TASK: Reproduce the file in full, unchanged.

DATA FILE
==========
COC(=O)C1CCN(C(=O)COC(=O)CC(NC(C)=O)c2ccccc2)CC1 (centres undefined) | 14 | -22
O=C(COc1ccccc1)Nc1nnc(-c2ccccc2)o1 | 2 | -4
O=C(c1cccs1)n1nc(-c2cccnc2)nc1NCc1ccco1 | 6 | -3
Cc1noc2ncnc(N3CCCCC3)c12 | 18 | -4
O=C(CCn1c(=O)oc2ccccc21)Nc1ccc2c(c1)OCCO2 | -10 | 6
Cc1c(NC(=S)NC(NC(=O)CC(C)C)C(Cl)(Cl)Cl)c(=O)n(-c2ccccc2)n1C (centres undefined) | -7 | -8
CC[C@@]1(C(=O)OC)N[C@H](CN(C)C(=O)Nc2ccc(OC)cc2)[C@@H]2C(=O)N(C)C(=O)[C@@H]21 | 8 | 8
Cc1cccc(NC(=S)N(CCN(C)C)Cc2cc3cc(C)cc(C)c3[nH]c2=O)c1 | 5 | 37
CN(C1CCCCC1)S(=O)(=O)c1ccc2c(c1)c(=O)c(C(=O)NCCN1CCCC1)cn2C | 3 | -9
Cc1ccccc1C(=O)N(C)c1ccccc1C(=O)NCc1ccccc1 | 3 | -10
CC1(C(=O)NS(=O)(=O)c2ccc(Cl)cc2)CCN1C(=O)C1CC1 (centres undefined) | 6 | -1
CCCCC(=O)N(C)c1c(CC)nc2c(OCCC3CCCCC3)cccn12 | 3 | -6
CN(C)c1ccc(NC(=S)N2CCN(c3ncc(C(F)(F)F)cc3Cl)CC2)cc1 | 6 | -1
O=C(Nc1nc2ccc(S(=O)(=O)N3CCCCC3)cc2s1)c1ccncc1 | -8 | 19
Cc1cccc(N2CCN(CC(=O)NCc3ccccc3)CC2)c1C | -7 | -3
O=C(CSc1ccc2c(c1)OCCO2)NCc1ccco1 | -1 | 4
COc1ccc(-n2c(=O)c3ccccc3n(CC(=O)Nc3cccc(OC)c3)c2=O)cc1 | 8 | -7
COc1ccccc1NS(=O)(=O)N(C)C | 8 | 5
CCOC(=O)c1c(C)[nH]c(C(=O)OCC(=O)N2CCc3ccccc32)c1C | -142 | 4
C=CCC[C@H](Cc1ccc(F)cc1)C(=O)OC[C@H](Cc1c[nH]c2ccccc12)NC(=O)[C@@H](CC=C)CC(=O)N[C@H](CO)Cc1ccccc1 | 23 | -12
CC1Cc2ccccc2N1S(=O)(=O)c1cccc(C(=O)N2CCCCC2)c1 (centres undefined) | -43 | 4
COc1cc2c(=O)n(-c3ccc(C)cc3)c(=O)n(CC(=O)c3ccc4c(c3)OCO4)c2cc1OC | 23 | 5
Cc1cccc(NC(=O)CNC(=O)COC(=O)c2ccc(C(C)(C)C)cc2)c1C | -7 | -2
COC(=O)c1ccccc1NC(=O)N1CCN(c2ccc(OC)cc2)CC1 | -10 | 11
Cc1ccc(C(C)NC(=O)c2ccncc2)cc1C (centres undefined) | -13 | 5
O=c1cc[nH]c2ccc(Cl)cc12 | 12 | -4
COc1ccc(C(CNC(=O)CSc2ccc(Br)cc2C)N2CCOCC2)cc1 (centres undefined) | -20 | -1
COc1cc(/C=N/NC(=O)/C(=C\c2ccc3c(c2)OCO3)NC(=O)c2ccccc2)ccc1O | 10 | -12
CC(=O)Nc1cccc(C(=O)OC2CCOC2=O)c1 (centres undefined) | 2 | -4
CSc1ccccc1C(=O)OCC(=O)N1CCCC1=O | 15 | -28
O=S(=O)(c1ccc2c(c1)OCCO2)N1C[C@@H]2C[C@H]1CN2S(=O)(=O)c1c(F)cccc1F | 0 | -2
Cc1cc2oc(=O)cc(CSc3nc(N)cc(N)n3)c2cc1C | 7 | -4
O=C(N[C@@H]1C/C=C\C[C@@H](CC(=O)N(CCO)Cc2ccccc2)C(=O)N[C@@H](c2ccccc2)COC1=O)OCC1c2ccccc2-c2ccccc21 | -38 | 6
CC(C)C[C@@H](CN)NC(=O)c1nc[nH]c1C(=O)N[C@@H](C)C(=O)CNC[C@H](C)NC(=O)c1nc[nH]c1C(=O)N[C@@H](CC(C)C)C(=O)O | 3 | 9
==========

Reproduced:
COC(=O)C1CCN(C(=O)COC(=O)CC(NC(C)=O)c2ccccc2)CC1 (centres undefined) | 14 | -22
O=C(COc1ccccc1)Nc1nnc(-c2ccccc2)o1 | 2 | -4
O=C(c1cccs1)n1nc(-c2cccnc2)nc1NCc1ccco1 | 6 | -3
Cc1noc2ncnc(N3CCCCC3)c12 | 18 | -4
O=C(CCn1c(=O)oc2ccccc21)Nc1ccc2c(c1)OCCO2 | -10 | 6
Cc1c(NC(=S)NC(NC(=O)CC(C)C)C(Cl)(Cl)Cl)c(=O)n(-c2ccccc2)n1C (centres undefined) | -7 | -8
CC[C@@]1(C(=O)OC)N[C@H](CN(C)C(=O)Nc2ccc(OC)cc2)[C@@H]2C(=O)N(C)C(=O)[C@@H]21 | 8 | 8
Cc1cccc(NC(=S)N(CCN(C)C)Cc2cc3cc(C)cc(C)c3[nH]c2=O)c1 | 5 | 37
CN(C1CCCCC1)S(=O)(=O)c1ccc2c(c1)c(=O)c(C(=O)NCCN1CCCC1)cn2C | 3 | -9
Cc1ccccc1C(=O)N(C)c1ccccc1C(=O)NCc1ccccc1 | 3 | -10
CC1(C(=O)NS(=O)(=O)c2ccc(Cl)cc2)CCN1C(=O)C1CC1 (centres undefined) | 6 | -1
CCCCC(=O)N(C)c1c(CC)nc2c(OCCC3CCCCC3)cccn12 | 3 | -6
CN(C)c1ccc(NC(=S)N2CCN(c3ncc(C(F)(F)F)cc3Cl)CC2)cc1 | 6 | -1
O=C(Nc1nc2ccc(S(=O)(=O)N3CCCCC3)cc2s1)c1ccncc1 | -8 | 19
Cc1cccc(N2CCN(CC(=O)NCc3ccccc3)CC2)c1C | -7 | -3
O=C(CSc1ccc2c(c1)OCCO2)NCc1ccco1 | -1 | 4
COc1ccc(-n2c(=O)c3ccccc3n(CC(=O)Nc3cccc(OC)c3)c2=O)cc1 | 8 | -7
COc1ccccc1NS(=O)(=O)N(C)C | 8 | 5
CCOC(=O)c1c(C)[nH]c(C(=O)OCC(=O)N2CCc3ccccc32)c1C | -142 | 4
C=CCC[C@H](Cc1ccc(F)cc1)C(=O)OC[C@H](Cc1c[nH]c2ccccc12)NC(=O)[C@@H](CC=C)CC(=O)N[C@H](CO)Cc1ccccc1 | 23 | -12
CC1Cc2ccccc2N1S(=O)(=O)c1cccc(C(=O)N2CCCCC2)c1 (centres undefined) | -43 | 4
COc1cc2c(=O)n(-c3ccc(C)cc3)c(=O)n(CC(=O)c3ccc4c(c3)OCO4)c2cc1OC | 23 | 5
Cc1cccc(NC(=O)CNC(=O)COC(=O)c2ccc(C(C)(C)C)cc2)c1C | -7 | -2
COC(=O)c1ccccc1NC(=O)N1CCN(c2ccc(OC)cc2)CC1 | -10 | 11
Cc1ccc(C(C)NC(=O)c2ccncc2)cc1C (centres undefined) | -13 | 5
O=c1cc[nH]c2ccc(Cl)cc12 | 12 | -4
COc1ccc(C(CNC(=O)CSc2ccc(Br)cc2C)N2CCOCC2)cc1 (centres undefined) | -20 | -1
COc1cc(/C=N/NC(=O)/C(=C\c2ccc3c(c2)OCO3)NC(=O)c2ccccc2)ccc1O | 10 | -12
CC(=O)Nc1cccc(C(=O)OC2CCOC2=O)c1 (centres undefined) | 2 | -4
CSc1ccccc1C(=O)OCC(=O)N1CCCC1=O | 15 | -28
O=S(=O)(c1ccc2c(c1)OCCO2)N1C[C@@H]2C[C@H]1CN2S(=O)(=O)c1c(F)cccc1F | 0 | -2
Cc1cc2oc(=O)cc(CSc3nc(N)cc(N)n3)c2cc1C | 7 | -4
O=C(N[C@@H]1C/C=C\C[C@@H](CC(=O)N(CCO)Cc2ccccc2)C(=O)N[C@@H](c2ccccc2)COC1=O)OCC1c2ccccc2-c2ccccc21 | -38 | 6
CC(C)C[C@@H](CN)NC(=O)c1nc[nH]c1C(=O)N[C@@H](C)C(=O)CNC[C@H](C)NC(=O)c1nc[nH]c1C(=O)N[C@@H](CC(C)C)C(=O)O | 3 | 9